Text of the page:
The socio-economic differences between landfill and street waste pickers in the Free State province of South Africa
Schenck, Catherina J.
Blaauw, Phillip F.
Viljoen, Jacoba M.M.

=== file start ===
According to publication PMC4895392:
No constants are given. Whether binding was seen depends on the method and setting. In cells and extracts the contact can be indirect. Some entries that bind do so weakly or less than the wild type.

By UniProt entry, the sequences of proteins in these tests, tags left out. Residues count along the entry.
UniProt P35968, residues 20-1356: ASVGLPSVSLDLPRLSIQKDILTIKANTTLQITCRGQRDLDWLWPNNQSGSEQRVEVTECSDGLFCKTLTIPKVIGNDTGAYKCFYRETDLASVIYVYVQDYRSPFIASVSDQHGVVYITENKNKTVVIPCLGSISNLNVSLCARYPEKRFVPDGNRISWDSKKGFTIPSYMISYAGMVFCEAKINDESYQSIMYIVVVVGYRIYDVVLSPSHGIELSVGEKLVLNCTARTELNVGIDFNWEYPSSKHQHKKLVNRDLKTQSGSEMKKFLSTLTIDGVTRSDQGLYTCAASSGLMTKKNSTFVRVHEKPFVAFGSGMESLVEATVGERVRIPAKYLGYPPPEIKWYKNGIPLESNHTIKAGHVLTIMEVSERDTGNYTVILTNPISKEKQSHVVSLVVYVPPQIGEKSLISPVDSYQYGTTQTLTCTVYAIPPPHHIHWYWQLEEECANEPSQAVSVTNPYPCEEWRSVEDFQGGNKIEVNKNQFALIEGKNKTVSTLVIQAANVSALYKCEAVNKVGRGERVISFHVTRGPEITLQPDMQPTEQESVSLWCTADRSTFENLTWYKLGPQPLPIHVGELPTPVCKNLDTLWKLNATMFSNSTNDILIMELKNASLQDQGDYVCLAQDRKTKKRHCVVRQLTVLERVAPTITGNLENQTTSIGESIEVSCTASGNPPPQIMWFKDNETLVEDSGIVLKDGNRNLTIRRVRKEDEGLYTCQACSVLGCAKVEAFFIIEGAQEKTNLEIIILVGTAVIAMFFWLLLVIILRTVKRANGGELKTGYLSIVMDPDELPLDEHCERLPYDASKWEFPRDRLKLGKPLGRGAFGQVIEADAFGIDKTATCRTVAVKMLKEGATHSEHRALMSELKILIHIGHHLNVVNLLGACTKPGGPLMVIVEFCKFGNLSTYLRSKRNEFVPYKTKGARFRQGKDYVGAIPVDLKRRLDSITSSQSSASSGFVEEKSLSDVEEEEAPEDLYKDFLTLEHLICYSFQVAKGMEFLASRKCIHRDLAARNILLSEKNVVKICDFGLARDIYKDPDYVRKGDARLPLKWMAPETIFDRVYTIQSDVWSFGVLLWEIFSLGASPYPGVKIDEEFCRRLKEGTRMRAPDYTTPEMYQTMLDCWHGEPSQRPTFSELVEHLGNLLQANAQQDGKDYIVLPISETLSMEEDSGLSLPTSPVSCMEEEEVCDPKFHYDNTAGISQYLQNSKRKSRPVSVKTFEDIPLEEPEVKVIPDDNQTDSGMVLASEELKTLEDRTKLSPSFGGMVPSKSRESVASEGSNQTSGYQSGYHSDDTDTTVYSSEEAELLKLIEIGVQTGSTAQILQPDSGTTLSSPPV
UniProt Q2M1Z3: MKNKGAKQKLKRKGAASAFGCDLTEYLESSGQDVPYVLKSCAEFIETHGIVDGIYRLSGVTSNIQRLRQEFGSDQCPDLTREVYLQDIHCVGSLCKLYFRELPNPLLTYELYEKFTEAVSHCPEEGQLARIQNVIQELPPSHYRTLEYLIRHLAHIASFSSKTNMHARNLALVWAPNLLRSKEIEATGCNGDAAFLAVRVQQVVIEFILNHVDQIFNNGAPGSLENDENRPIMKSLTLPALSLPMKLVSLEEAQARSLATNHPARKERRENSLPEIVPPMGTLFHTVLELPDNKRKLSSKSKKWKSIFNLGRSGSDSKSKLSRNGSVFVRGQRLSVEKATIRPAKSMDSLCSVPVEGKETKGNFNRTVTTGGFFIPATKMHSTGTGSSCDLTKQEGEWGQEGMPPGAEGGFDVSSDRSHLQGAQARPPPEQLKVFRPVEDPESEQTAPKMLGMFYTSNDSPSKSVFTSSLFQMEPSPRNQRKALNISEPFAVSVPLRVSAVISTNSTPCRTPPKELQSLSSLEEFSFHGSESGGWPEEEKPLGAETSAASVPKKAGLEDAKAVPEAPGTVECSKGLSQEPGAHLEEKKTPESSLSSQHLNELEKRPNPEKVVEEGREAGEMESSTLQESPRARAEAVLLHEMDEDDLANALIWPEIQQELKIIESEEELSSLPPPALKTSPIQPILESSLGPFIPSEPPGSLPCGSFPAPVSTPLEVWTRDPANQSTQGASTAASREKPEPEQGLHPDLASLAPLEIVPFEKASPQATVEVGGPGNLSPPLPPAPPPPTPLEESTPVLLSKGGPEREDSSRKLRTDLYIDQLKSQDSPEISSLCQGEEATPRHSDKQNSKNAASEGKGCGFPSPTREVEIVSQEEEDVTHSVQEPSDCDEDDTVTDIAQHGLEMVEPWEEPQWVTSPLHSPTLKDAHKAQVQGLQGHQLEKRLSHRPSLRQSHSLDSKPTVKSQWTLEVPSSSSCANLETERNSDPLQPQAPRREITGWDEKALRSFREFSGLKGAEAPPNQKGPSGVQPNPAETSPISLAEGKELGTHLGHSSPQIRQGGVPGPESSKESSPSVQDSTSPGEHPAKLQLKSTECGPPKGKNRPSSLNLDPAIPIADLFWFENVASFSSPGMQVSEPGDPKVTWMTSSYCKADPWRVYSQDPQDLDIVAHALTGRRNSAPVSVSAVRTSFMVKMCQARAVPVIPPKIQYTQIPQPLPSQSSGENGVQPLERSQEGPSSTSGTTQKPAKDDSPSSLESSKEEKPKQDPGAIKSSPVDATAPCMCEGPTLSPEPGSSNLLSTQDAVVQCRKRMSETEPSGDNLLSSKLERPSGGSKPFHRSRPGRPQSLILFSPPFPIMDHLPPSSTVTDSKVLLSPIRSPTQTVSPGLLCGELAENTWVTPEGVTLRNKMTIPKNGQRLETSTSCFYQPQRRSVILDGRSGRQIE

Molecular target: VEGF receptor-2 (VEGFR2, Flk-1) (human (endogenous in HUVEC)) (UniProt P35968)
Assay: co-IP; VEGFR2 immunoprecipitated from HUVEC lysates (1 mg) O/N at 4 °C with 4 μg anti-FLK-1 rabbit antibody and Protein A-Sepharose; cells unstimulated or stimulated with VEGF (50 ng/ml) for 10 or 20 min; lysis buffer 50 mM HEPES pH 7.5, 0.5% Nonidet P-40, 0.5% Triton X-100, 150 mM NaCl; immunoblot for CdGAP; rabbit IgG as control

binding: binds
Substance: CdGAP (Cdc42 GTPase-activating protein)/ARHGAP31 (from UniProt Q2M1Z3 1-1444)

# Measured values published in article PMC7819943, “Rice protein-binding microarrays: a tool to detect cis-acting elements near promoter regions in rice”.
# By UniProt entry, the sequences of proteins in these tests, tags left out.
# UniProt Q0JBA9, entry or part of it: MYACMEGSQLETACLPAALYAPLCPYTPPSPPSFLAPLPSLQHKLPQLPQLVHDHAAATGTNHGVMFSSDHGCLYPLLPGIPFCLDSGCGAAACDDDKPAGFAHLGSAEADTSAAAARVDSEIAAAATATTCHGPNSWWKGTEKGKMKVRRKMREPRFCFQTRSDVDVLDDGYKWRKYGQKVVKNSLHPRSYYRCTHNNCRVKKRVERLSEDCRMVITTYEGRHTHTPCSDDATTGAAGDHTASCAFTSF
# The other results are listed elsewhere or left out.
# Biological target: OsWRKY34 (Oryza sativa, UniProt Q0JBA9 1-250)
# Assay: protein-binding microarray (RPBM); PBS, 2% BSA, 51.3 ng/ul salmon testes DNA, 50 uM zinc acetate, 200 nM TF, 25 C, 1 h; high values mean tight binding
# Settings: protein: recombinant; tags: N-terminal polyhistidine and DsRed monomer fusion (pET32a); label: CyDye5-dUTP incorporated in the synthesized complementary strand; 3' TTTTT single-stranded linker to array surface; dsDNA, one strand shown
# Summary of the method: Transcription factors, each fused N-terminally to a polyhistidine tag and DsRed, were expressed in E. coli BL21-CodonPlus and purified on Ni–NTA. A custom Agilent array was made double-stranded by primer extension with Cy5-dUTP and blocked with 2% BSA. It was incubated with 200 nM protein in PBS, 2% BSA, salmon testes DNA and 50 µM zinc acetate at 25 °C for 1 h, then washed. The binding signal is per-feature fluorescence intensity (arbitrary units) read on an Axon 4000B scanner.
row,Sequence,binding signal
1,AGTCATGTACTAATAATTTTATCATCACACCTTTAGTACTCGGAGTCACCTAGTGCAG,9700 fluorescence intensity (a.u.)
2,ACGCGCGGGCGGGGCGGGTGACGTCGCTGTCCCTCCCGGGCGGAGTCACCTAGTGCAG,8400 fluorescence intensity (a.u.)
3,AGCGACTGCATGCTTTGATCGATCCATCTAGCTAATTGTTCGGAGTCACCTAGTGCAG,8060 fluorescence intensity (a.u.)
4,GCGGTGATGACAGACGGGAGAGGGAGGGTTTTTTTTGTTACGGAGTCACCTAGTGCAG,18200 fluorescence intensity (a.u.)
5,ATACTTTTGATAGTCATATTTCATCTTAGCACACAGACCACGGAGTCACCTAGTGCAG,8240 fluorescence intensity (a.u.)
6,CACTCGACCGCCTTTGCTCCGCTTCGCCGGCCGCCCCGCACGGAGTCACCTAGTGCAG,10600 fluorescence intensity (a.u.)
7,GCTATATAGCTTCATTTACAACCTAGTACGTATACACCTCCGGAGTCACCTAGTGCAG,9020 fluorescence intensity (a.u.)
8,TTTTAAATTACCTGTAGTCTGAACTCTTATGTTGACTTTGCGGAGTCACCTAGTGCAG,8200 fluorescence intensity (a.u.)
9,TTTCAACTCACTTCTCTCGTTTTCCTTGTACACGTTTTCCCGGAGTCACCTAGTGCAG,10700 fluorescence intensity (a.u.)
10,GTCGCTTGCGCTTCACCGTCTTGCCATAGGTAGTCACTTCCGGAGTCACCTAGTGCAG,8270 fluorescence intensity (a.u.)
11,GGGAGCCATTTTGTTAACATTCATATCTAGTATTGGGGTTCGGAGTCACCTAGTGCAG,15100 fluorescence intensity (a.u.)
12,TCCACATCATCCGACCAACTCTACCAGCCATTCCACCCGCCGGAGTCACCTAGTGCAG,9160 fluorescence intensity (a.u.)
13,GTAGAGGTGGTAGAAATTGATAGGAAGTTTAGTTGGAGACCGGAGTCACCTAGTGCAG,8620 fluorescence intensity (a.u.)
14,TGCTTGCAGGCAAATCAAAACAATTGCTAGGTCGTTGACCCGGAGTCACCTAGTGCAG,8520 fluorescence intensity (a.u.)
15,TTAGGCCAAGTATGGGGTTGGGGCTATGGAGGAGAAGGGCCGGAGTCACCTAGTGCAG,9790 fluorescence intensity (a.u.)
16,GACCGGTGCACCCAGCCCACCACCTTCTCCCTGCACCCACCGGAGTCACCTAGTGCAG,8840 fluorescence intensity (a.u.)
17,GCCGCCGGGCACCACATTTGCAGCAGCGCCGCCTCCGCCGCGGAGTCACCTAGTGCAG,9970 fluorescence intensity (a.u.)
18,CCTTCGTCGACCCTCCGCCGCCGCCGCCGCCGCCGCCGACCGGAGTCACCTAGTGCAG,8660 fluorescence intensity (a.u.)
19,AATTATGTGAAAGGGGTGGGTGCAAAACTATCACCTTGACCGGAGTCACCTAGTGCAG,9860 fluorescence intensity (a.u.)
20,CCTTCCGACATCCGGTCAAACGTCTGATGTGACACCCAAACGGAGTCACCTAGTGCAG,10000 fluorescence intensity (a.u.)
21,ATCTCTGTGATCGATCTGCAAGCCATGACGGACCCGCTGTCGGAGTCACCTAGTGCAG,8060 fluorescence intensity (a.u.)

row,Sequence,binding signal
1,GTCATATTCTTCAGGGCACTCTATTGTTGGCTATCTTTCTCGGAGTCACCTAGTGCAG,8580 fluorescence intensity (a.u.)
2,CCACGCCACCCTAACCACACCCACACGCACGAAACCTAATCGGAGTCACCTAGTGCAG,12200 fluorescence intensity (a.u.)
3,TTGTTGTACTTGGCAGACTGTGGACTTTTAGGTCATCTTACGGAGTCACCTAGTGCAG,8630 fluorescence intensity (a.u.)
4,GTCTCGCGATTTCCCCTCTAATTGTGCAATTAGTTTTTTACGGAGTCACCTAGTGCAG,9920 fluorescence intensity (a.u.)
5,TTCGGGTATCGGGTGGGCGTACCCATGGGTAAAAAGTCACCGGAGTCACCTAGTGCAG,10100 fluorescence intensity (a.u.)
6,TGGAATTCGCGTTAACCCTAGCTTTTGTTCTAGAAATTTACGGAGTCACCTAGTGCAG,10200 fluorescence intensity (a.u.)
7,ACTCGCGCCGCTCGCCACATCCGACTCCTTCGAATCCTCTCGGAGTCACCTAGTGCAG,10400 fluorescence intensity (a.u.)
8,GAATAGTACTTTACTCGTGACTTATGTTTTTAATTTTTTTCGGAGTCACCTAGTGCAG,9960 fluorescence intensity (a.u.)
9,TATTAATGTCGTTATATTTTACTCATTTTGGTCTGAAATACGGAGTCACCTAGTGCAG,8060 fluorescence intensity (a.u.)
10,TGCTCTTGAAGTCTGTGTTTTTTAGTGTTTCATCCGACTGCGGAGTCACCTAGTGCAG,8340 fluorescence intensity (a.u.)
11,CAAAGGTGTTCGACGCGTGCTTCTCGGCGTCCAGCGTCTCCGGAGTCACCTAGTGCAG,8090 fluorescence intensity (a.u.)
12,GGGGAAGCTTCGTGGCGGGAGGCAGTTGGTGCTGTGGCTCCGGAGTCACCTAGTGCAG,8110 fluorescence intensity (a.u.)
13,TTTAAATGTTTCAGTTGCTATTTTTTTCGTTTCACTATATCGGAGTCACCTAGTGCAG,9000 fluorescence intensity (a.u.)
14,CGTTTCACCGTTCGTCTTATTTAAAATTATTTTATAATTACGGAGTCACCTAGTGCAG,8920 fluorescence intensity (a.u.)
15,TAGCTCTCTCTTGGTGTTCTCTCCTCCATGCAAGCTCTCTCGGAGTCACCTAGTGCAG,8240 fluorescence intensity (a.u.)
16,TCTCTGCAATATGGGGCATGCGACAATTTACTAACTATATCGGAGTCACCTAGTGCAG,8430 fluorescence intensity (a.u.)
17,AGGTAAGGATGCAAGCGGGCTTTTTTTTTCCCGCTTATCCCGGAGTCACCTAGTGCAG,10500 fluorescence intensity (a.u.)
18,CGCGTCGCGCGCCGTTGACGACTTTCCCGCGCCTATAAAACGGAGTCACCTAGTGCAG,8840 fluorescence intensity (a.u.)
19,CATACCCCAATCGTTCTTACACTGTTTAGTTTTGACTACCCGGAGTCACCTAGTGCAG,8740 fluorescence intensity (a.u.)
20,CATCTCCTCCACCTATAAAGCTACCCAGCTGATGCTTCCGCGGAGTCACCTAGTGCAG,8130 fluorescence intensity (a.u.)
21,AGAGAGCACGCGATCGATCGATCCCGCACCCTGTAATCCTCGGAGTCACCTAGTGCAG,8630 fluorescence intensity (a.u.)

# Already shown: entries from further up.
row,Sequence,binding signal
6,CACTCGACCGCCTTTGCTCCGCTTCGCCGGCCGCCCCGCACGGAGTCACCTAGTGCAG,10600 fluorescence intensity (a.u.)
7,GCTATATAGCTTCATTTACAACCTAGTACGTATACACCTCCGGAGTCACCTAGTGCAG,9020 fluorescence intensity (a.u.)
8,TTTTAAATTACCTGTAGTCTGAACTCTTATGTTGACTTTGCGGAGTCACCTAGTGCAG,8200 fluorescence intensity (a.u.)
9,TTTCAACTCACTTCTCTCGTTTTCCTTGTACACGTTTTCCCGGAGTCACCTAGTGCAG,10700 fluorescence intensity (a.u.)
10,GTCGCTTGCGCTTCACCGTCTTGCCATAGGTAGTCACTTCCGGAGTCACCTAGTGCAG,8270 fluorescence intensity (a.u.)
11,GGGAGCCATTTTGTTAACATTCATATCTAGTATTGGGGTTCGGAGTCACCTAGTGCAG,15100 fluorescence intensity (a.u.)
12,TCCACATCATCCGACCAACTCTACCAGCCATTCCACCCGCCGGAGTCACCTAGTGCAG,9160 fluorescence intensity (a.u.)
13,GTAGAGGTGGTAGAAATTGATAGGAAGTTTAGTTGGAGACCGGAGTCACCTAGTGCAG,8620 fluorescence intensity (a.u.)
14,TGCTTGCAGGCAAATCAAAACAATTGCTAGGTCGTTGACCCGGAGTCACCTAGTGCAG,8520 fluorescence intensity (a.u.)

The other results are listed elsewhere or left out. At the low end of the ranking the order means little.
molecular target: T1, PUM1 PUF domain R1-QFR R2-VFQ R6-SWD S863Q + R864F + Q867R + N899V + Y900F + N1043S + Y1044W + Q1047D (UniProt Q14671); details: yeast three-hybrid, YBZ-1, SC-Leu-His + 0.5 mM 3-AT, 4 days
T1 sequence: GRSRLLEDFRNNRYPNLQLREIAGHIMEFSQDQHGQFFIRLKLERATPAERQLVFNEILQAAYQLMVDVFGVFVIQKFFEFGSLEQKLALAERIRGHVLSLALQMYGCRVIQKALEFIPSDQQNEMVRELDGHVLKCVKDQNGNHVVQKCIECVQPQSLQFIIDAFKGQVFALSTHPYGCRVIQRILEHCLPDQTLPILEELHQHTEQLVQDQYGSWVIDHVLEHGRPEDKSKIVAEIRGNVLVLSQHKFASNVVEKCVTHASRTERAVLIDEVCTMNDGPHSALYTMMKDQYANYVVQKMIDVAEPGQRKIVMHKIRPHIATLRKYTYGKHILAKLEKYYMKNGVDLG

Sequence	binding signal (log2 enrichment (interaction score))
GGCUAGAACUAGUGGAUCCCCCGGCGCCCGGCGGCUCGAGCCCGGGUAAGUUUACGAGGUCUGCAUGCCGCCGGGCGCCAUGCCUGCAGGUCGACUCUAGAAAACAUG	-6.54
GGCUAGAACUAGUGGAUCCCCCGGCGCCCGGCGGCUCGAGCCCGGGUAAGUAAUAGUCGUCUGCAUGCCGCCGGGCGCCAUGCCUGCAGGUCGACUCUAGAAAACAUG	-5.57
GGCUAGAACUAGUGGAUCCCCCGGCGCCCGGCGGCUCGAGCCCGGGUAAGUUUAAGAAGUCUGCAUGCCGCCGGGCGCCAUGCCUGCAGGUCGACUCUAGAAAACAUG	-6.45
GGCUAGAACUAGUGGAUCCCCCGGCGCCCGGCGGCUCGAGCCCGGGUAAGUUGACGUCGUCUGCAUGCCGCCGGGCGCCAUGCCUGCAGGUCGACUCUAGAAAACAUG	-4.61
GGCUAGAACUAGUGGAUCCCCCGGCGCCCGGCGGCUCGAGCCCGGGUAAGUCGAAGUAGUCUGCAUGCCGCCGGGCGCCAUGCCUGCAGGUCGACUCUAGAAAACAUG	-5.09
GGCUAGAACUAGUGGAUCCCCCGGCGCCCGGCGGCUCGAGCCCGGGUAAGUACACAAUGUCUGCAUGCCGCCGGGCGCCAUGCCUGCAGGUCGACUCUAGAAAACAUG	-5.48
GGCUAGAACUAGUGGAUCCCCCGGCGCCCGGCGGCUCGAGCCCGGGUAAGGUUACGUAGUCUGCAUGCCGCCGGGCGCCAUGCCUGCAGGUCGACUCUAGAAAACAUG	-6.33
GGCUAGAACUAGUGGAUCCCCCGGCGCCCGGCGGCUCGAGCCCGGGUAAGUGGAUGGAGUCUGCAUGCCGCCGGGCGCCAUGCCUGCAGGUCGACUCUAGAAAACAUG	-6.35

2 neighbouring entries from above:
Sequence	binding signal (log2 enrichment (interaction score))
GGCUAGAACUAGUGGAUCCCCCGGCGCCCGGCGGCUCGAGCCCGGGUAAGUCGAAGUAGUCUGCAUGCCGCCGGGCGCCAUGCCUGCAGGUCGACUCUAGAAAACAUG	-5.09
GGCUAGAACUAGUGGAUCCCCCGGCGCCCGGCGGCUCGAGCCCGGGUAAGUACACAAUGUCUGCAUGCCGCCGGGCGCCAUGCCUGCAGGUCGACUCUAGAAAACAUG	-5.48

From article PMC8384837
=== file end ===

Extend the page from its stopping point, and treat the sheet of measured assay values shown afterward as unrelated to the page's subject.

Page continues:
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Waste picking is an important survival strategy of many people throughout the developing world. South Africa has a sizeable waste picker population who ply their trade on municipal landfill sites as well as on the streets of cities and towns. This study lifts the lid on this neglected area of research by analysing and comparing landfill and street waste pickers side by side in a socioeconomic context. Samples of waste pickers were drawn from the three main municipalities of Mangaung, Matjhabeng and Metsimaholo in the Free State province of South Africa and a questionnaire-based survey was conducted. Among the findings was that waste picking offers a financial lifeline when, due to inadequate schooling and grinding poverty, individuals would be hard pressed to find employment in the formal economy. The study lays an important foundation for further comparative and qualitative research into this important segment of South Africa’s informal economy.